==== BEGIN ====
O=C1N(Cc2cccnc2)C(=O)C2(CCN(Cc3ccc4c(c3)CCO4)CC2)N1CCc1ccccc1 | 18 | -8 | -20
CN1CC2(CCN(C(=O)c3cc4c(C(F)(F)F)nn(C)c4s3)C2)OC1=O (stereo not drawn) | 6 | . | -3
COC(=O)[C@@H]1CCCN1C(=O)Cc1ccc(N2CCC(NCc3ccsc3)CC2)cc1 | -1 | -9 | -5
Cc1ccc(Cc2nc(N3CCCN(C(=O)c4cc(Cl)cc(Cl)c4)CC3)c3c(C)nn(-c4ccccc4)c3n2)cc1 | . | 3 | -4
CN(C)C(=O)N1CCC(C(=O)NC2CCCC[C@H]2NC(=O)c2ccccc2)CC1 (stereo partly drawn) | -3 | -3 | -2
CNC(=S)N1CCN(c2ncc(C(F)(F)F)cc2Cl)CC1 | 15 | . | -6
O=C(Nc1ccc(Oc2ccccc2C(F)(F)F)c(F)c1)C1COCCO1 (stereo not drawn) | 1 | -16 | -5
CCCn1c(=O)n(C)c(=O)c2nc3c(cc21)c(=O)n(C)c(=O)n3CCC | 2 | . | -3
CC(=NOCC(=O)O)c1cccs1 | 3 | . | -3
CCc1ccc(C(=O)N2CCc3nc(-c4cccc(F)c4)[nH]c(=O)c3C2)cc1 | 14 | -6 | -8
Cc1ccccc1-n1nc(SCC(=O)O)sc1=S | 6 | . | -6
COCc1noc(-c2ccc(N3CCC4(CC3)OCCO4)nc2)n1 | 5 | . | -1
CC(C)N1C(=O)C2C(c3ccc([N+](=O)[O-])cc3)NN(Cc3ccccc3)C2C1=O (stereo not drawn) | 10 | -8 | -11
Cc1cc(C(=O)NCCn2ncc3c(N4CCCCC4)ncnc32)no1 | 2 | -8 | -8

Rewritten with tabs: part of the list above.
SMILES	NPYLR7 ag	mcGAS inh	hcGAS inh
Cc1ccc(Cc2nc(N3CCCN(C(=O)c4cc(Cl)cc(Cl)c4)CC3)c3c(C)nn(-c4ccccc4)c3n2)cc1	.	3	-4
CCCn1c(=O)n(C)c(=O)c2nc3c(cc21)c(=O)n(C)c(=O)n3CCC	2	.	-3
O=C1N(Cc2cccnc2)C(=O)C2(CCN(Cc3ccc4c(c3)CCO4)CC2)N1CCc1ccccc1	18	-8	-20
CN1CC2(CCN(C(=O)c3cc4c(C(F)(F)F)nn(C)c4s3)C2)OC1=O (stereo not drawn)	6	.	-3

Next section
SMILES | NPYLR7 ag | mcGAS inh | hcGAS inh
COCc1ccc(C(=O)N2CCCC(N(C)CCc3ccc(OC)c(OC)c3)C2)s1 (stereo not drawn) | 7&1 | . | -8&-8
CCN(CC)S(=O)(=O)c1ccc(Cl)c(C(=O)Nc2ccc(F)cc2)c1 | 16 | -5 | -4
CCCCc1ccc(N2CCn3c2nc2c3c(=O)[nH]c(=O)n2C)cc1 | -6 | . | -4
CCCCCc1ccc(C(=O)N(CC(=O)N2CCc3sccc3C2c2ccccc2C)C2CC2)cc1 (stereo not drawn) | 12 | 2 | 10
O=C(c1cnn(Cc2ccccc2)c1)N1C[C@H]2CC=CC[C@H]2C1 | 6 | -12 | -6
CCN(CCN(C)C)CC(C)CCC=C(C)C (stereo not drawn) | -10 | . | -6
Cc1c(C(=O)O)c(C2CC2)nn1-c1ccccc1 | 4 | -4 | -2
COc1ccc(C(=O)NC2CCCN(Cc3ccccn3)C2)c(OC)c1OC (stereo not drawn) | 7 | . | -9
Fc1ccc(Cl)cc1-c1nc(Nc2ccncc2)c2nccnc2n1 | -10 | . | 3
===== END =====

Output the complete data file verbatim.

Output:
O=C1N(Cc2cccnc2)C(=O)C2(CCN(Cc3ccc4c(c3)CCO4)CC2)N1CCc1ccccc1 | 18 | -8 | -20
CN1CC2(CCN(C(=O)c3cc4c(C(F)(F)F)nn(C)c4s3)C2)OC1=O (stereo not drawn) | 6 | . | -3
COC(=O)[C@@H]1CCCN1C(=O)Cc1ccc(N2CCC(NCc3ccsc3)CC2)cc1 | -1 | -9 | -5
Cc1ccc(Cc2nc(N3CCCN(C(=O)c4cc(Cl)cc(Cl)c4)CC3)c3c(C)nn(-c4ccccc4)c3n2)cc1 | . | 3 | -4
CN(C)C(=O)N1CCC(C(=O)NC2CCCC[C@H]2NC(=O)c2ccccc2)CC1 (stereo partly drawn) | -3 | -3 | -2
CNC(=S)N1CCN(c2ncc(C(F)(F)F)cc2Cl)CC1 | 15 | . | -6
O=C(Nc1ccc(Oc2ccccc2C(F)(F)F)c(F)c1)C1COCCO1 (stereo not drawn) | 1 | -16 | -5
CCCn1c(=O)n(C)c(=O)c2nc3c(cc21)c(=O)n(C)c(=O)n3CCC | 2 | . | -3
CC(=NOCC(=O)O)c1cccs1 | 3 | . | -3
CCc1ccc(C(=O)N2CCc3nc(-c4cccc(F)c4)[nH]c(=O)c3C2)cc1 | 14 | -6 | -8
Cc1ccccc1-n1nc(SCC(=O)O)sc1=S | 6 | . | -6
COCc1noc(-c2ccc(N3CCC4(CC3)OCCO4)nc2)n1 | 5 | . | -1
CC(C)N1C(=O)C2C(c3ccc([N+](=O)[O-])cc3)NN(Cc3ccccc3)C2C1=O (stereo not drawn) | 10 | -8 | -11
Cc1cc(C(=O)NCCn2ncc3c(N4CCCCC4)ncnc32)no1 | 2 | -8 | -8

Rewritten with tabs: part of the list above.
SMILES	NPYLR7 ag	mcGAS inh	hcGAS inh
Cc1ccc(Cc2nc(N3CCCN(C(=O)c4cc(Cl)cc(Cl)c4)CC3)c3c(C)nn(-c4ccccc4)c3n2)cc1	.	3	-4
CCCn1c(=O)n(C)c(=O)c2nc3c(cc21)c(=O)n(C)c(=O)n3CCC	2	.	-3
O=C1N(Cc2cccnc2)C(=O)C2(CCN(Cc3ccc4c(c3)CCO4)CC2)N1CCc1ccccc1	18	-8	-20
CN1CC2(CCN(C(=O)c3cc4c(C(F)(F)F)nn(C)c4s3)C2)OC1=O (stereo not drawn)	6	.	-3

Next section
SMILES | NPYLR7 ag | mcGAS inh | hcGAS inh
COCc1ccc(C(=O)N2CCCC(N(C)CCc3ccc(OC)c(OC)c3)C2)s1 (stereo not drawn) | 7&1 | . | -8&-8
CCN(CC)S(=O)(=O)c1ccc(Cl)c(C(=O)Nc2ccc(F)cc2)c1 | 16 | -5 | -4
CCCCc1ccc(N2CCn3c2nc2c3c(=O)[nH]c(=O)n2C)cc1 | -6 | . | -4
CCCCCc1ccc(C(=O)N(CC(=O)N2CCc3sccc3C2c2ccccc2C)C2CC2)cc1 (stereo not drawn) | 12 | 2 | 10
O=C(c1cnn(Cc2ccccc2)c1)N1C[C@H]2CC=CC[C@H]2C1 | 6 | -12 | -6
CCN(CCN(C)C)CC(C)CCC=C(C)C (stereo not drawn) | -10 | . | -6
Cc1c(C(=O)O)c(C2CC2)nn1-c1ccccc1 | 4 | -4 | -2
COc1ccc(C(=O)NC2CCCN(Cc3ccccn3)C2)c(OC)c1OC (stereo not drawn) | 7 | . | -9
Fc1ccc(Cl)cc1-c1nc(Nc2ccncc2)c2nccnc2n1 | -10 | . | 3